Tiny timber research center provides treetop view of forest life
Inspired by the work of groundbreaking American biologist Margaret D. Lowman, students at Spain's Institute for Advanced Architecture of Catalonia (IAAC) have built a research center to allow scientists to monitor bird and insect life, as well as the effects of climate change, in a Barcelona forest. Consisting of a simple shelter, it was constructed from sustainably sourced timber and takes its place remarkably well among the trees.
FLORA (the Forest Lab for Observational Research and Analysis) is situated on a hillside in Barcelona's Valldaura forest and reaches a height of around 8.5 m (almost 28 ft) above the forest floor. It's accessed by bridge and a handwoven net encloses it. Over time, the net will eventually be covered in foliage to provide camouflage. Its exterior also features multiple viewing points for observing the surrounding forest, as well as a rooftop with a terraced area and an integrated solar panel, which provides all power.
The interior is very small and simple, containing one multipurpose room. This includes a radio, an office space with a desk, chair and window, and some steps which lead up to a bird watching area. There's also a power outlet for charging laptops, phones and other small devices. Though very basic – there is no toilet installed for example – it allows a scientist to spend short periods of time there in relative comfort, studying the local biodiversity and carrying out research.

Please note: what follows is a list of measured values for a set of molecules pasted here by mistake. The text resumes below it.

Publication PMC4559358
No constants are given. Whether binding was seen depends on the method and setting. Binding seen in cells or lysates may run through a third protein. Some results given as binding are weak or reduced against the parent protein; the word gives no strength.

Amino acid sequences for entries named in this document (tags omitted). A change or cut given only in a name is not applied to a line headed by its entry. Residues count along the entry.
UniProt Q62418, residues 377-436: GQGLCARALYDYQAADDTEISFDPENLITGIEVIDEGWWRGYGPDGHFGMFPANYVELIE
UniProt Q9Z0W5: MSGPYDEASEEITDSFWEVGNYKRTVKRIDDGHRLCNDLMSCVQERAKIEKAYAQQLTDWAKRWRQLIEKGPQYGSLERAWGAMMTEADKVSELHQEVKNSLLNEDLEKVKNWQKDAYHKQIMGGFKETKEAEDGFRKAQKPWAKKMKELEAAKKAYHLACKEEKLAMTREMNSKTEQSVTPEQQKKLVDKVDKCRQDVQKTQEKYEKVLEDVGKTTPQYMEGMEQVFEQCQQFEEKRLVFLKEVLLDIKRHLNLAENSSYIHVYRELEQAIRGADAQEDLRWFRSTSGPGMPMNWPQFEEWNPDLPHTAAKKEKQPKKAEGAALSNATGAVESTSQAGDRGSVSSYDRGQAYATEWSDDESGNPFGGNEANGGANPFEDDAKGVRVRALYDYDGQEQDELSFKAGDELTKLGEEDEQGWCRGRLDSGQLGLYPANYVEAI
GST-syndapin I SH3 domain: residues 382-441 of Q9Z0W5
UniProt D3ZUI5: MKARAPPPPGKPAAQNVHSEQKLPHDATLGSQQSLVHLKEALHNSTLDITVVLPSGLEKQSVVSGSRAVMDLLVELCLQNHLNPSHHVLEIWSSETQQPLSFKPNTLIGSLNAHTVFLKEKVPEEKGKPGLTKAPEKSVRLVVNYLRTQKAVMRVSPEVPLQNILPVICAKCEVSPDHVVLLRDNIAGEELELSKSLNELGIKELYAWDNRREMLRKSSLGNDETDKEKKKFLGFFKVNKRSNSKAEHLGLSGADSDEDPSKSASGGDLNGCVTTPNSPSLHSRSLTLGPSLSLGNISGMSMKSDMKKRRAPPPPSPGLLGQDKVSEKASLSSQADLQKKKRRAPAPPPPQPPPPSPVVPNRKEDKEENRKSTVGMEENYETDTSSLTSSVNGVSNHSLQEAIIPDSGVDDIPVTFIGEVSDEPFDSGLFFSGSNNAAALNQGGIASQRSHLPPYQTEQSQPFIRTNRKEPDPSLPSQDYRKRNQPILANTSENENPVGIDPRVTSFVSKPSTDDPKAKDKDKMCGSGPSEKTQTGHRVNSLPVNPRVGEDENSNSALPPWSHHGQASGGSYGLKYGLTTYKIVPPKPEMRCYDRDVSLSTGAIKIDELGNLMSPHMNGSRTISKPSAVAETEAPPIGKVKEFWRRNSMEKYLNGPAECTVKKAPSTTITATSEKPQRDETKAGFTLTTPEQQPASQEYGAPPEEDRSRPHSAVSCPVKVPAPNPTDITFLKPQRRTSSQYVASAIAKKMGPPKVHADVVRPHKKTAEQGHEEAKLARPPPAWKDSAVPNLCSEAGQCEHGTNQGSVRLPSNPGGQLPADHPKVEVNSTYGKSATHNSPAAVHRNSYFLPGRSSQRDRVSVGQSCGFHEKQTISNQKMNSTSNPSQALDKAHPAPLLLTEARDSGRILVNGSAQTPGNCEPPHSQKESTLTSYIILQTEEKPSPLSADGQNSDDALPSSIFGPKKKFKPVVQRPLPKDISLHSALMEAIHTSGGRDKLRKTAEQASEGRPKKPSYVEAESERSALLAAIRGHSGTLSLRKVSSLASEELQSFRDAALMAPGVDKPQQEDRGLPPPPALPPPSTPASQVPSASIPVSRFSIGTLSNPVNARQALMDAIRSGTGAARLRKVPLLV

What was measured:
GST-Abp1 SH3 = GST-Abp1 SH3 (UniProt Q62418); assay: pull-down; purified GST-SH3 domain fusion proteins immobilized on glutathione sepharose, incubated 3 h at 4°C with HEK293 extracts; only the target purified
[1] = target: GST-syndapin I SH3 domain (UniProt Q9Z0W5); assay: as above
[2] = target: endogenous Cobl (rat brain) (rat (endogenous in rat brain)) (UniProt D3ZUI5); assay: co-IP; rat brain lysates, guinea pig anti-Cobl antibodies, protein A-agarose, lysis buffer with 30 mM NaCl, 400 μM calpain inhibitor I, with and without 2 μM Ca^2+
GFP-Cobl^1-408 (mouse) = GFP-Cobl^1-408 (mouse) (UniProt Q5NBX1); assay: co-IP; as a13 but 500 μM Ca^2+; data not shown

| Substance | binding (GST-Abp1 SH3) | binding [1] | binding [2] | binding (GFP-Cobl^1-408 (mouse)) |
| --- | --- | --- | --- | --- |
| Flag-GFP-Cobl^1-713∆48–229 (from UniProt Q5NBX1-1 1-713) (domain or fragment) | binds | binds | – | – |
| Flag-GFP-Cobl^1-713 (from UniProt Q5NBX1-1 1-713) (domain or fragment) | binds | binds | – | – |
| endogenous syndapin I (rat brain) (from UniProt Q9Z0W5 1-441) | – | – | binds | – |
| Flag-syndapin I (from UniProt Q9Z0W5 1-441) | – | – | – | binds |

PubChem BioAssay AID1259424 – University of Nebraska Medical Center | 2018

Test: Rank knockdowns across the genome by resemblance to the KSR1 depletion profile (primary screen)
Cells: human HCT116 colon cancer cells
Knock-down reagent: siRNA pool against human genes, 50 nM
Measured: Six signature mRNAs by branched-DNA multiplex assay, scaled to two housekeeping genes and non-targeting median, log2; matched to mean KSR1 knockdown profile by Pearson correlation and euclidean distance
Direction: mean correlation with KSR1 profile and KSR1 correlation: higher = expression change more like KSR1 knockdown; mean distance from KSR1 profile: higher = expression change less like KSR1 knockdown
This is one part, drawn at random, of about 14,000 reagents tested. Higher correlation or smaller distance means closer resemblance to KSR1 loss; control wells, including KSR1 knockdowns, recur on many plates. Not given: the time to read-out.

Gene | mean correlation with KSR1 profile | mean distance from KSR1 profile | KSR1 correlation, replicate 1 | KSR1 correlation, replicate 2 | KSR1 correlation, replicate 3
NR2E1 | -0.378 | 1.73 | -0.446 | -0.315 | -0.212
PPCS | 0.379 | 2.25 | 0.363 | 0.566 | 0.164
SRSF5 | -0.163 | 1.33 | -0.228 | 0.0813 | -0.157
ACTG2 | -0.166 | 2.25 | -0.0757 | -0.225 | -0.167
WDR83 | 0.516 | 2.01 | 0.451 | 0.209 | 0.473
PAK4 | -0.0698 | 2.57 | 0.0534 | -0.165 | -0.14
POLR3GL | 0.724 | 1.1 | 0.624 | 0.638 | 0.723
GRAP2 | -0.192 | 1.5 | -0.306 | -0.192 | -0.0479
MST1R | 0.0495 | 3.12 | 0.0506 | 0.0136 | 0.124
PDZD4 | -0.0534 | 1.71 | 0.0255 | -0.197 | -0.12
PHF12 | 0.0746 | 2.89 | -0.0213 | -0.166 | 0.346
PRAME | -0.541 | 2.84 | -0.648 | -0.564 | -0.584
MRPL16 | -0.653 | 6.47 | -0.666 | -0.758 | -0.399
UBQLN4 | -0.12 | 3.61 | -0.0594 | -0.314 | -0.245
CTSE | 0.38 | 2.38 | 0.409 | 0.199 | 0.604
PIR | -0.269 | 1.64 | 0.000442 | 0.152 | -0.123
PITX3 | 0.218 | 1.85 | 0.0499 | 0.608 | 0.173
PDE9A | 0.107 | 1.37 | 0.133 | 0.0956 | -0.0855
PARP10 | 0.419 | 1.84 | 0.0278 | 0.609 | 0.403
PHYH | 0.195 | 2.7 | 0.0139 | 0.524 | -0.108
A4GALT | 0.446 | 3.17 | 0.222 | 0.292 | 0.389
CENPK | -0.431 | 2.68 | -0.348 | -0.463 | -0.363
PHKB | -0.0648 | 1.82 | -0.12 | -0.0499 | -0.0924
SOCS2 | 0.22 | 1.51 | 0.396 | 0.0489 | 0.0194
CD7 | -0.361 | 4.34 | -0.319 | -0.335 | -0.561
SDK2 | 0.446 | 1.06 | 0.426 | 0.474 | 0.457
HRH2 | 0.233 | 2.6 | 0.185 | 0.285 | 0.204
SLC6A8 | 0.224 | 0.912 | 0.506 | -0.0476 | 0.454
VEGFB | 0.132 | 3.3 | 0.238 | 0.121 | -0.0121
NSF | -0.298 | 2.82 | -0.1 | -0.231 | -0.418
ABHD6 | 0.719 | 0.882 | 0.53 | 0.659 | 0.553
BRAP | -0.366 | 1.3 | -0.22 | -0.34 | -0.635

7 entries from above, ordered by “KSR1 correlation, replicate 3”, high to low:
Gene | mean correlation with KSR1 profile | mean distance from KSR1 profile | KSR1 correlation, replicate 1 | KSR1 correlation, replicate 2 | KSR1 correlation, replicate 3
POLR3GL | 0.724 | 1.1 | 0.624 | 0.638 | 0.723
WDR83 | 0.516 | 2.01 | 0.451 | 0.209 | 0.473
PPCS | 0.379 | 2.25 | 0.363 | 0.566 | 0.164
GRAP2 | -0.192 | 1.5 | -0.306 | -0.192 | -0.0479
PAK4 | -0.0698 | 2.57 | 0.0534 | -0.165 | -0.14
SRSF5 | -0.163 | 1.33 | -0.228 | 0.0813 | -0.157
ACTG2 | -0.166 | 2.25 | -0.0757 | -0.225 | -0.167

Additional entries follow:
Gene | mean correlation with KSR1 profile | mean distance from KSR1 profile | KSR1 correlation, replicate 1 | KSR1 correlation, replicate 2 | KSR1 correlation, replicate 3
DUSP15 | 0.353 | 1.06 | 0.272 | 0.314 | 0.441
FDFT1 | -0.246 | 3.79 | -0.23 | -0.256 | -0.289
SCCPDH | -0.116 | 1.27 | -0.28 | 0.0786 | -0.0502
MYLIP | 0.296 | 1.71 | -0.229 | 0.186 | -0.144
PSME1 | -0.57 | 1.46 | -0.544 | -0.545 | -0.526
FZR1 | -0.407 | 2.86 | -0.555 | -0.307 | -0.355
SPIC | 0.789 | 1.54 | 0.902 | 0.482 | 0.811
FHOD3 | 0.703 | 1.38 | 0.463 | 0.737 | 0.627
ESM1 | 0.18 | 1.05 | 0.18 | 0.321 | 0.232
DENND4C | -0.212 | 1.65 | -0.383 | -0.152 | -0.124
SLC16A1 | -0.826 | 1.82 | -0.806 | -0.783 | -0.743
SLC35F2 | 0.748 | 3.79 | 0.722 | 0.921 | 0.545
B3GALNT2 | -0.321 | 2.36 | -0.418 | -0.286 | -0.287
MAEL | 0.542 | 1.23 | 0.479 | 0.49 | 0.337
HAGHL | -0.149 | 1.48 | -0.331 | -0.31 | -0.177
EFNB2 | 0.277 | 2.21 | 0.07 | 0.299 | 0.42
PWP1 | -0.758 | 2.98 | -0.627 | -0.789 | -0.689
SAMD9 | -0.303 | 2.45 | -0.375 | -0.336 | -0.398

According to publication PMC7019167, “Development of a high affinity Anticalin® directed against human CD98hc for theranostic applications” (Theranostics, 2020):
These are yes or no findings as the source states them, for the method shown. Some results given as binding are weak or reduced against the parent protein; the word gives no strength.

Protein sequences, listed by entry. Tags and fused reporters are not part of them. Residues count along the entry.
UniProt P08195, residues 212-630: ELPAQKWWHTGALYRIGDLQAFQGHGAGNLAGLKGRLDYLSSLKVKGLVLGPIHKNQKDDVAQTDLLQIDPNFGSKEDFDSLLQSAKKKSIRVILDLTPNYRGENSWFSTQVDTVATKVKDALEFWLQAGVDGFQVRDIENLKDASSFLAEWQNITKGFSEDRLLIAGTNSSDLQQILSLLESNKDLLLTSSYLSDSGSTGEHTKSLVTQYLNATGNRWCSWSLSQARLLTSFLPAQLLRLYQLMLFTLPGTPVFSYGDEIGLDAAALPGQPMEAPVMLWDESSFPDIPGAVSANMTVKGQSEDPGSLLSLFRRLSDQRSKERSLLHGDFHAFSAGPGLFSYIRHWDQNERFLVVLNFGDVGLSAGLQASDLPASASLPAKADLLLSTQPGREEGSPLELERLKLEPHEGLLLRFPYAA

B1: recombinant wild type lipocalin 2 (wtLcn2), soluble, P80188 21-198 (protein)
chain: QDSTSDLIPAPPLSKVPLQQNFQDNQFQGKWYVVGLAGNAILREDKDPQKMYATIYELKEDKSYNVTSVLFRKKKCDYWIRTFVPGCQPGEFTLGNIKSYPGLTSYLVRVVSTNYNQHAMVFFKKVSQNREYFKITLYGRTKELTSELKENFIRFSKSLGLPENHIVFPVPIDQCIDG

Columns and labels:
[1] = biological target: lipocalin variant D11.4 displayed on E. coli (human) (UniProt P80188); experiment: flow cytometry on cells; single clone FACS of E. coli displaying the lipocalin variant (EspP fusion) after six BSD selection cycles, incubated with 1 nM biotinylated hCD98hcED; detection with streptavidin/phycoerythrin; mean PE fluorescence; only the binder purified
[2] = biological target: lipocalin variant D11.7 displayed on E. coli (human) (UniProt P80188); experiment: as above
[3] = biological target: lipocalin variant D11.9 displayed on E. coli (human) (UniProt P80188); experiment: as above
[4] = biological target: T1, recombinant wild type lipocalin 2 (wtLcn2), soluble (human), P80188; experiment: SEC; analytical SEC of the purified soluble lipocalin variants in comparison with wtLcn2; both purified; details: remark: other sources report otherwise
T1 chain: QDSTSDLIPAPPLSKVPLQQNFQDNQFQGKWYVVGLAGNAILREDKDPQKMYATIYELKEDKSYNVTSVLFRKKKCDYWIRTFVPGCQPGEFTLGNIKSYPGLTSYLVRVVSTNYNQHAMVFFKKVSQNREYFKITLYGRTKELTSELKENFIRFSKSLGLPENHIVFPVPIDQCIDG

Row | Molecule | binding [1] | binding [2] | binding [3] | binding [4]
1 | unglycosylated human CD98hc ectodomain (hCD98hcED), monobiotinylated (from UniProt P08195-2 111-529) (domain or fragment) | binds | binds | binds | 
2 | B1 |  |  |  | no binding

FLORA was constructed using 70 pine trees chosen following a sustainable forest management plan. The trees were first felled and then painstakingly processed by the students using a sawmill and a press to create cross-laminated timber (CLT) panels and glued laminated timer (glulam) beams. The structure was then clad in cork panels for insulation.
"This observatory is inspired by the excellent work of American biologist Margaret D. Lowman, a.k.a. Canopy Meg, considered the pioneer of the science of canopy ecology," explained IAAC's press release. "She is known as the 'mother of canopy research' and has spent the last 30 years designing hot air balloons and canopy walkways to explore the canopy in order to solve the mysteries of the world's forests, especially insect pests and ecosystem health.
"The conservation of the forest canopy is fundamental to guarantee the water cycle, as much of the water absorbed by the trees is recirculated to the atmosphere through transpiration, and its study is very useful for climate change mitigation research, as it provides information to analyze the absorption, storage and flow of carbon."
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